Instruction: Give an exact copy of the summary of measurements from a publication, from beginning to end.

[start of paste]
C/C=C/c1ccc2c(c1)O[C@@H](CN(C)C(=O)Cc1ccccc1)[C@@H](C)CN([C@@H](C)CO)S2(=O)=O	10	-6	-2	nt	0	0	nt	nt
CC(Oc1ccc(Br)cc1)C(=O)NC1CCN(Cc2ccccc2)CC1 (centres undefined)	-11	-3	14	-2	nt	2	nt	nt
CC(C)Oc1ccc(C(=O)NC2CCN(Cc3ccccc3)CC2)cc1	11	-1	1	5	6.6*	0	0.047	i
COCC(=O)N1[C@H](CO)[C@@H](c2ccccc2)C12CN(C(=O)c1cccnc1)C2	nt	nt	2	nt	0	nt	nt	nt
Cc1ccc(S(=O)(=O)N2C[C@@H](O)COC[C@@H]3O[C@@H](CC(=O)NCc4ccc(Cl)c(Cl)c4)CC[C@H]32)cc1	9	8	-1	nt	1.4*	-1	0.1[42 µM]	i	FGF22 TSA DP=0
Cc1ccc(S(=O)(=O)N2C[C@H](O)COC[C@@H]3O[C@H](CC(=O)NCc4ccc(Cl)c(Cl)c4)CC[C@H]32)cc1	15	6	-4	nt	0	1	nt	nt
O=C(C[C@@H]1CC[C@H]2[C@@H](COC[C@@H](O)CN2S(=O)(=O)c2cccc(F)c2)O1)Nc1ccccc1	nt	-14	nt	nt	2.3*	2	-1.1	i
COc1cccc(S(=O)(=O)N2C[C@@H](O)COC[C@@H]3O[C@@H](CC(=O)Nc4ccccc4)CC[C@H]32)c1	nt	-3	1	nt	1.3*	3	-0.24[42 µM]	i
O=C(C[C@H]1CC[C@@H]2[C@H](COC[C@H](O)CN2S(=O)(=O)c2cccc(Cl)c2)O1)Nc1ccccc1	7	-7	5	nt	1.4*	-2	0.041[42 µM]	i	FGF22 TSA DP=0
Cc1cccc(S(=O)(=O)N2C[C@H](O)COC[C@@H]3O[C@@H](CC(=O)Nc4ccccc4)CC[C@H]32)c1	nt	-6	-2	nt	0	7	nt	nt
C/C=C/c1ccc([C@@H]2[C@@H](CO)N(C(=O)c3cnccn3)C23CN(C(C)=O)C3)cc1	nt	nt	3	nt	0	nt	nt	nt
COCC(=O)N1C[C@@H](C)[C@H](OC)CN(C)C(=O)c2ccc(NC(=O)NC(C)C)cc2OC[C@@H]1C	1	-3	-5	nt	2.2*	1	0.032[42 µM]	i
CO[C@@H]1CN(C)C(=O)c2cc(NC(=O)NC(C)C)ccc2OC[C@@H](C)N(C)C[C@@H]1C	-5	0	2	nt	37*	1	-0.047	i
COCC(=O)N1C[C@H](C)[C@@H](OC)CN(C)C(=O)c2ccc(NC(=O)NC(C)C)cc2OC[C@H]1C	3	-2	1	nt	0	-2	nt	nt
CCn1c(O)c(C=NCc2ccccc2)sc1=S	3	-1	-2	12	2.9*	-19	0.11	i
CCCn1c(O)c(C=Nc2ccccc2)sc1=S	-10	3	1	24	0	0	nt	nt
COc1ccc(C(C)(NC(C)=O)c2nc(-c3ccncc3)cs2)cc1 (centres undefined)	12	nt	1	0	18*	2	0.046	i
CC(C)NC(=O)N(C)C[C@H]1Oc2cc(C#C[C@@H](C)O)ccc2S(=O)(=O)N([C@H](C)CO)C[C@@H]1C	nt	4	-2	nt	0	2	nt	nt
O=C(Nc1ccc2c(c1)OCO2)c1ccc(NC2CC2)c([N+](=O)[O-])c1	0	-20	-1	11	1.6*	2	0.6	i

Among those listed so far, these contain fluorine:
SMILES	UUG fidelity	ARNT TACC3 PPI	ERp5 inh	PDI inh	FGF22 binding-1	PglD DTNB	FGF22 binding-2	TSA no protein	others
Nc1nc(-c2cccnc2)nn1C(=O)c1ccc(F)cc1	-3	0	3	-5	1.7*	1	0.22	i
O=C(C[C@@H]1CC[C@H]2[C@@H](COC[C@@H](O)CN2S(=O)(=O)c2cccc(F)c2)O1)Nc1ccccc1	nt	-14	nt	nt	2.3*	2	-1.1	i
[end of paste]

C/C=C/c1ccc2c(c1)O[C@@H](CN(C)C(=O)Cc1ccccc1)[C@@H](C)CN([C@@H](C)CO)S2(=O)=O	10	-6	-2	nt	0	0	nt	nt
CC(Oc1ccc(Br)cc1)C(=O)NC1CCN(Cc2ccccc2)CC1 (centres undefined)	-11	-3	14	-2	nt	2	nt	nt
CC(C)Oc1ccc(C(=O)NC2CCN(Cc3ccccc3)CC2)cc1	11	-1	1	5	6.6*	0	0.047	i
COCC(=O)N1[C@H](CO)[C@@H](c2ccccc2)C12CN(C(=O)c1cccnc1)C2	nt	nt	2	nt	0	nt	nt	nt
Cc1ccc(S(=O)(=O)N2C[C@@H](O)COC[C@@H]3O[C@@H](CC(=O)NCc4ccc(Cl)c(Cl)c4)CC[C@H]32)cc1	9	8	-1	nt	1.4*	-1	0.1[42 µM]	i	FGF22 TSA DP=0
Cc1ccc(S(=O)(=O)N2C[C@H](O)COC[C@@H]3O[C@H](CC(=O)NCc4ccc(Cl)c(Cl)c4)CC[C@H]32)cc1	15	6	-4	nt	0	1	nt	nt
O=C(C[C@@H]1CC[C@H]2[C@@H](COC[C@@H](O)CN2S(=O)(=O)c2cccc(F)c2)O1)Nc1ccccc1	nt	-14	nt	nt	2.3*	2	-1.1	i
COc1cccc(S(=O)(=O)N2C[C@@H](O)COC[C@@H]3O[C@@H](CC(=O)Nc4ccccc4)CC[C@H]32)c1	nt	-3	1	nt	1.3*	3	-0.24[42 µM]	i
O=C(C[C@H]1CC[C@@H]2[C@H](COC[C@H](O)CN2S(=O)(=O)c2cccc(Cl)c2)O1)Nc1ccccc1	7	-7	5	nt	1.4*	-2	0.041[42 µM]	i	FGF22 TSA DP=0
Cc1cccc(S(=O)(=O)N2C[C@H](O)COC[C@@H]3O[C@@H](CC(=O)Nc4ccccc4)CC[C@H]32)c1	nt	-6	-2	nt	0	7	nt	nt
C/C=C/c1ccc([C@@H]2[C@@H](CO)N(C(=O)c3cnccn3)C23CN(C(C)=O)C3)cc1	nt	nt	3	nt	0	nt	nt	nt
COCC(=O)N1C[C@@H](C)[C@H](OC)CN(C)C(=O)c2ccc(NC(=O)NC(C)C)cc2OC[C@@H]1C	1	-3	-5	nt	2.2*	1	0.032[42 µM]	i
CO[C@@H]1CN(C)C(=O)c2cc(NC(=O)NC(C)C)ccc2OC[C@@H](C)N(C)C[C@@H]1C	-5	0	2	nt	37*	1	-0.047	i
COCC(=O)N1C[C@H](C)[C@@H](OC)CN(C)C(=O)c2ccc(NC(=O)NC(C)C)cc2OC[C@H]1C	3	-2	1	nt	0	-2	nt	nt
CCn1c(O)c(C=NCc2ccccc2)sc1=S	3	-1	-2	12	2.9*	-19	0.11	i
CCCn1c(O)c(C=Nc2ccccc2)sc1=S	-10	3	1	24	0	0	nt	nt
COc1ccc(C(C)(NC(C)=O)c2nc(-c3ccncc3)cs2)cc1 (centres undefined)	12	nt	1	0	18*	2	0.046	i
CC(C)NC(=O)N(C)C[C@H]1Oc2cc(C#C[C@@H](C)O)ccc2S(=O)(=O)N([C@H](C)CO)C[C@@H]1C	nt	4	-2	nt	0	2	nt	nt
O=C(Nc1ccc2c(c1)OCO2)c1ccc(NC2CC2)c([N+](=O)[O-])c1	0	-20	-1	11	1.6*	2	0.6	i

Among those listed so far, these contain fluorine:
SMILES	UUG fidelity	ARNT TACC3 PPI	ERp5 inh	PDI inh	FGF22 binding-1	PglD DTNB	FGF22 binding-2	TSA no protein	others
Nc1nc(-c2cccnc2)nn1C(=O)c1ccc(F)cc1	-3	0	3	-5	1.7*	1	0.22	i
O=C(C[C@@H]1CC[C@H]2[C@@H](COC[C@@H](O)CN2S(=O)(=O)c2cccc(F)c2)O1)Nc1ccccc1	nt	-14	nt	nt	2.3*	2	-1.1	i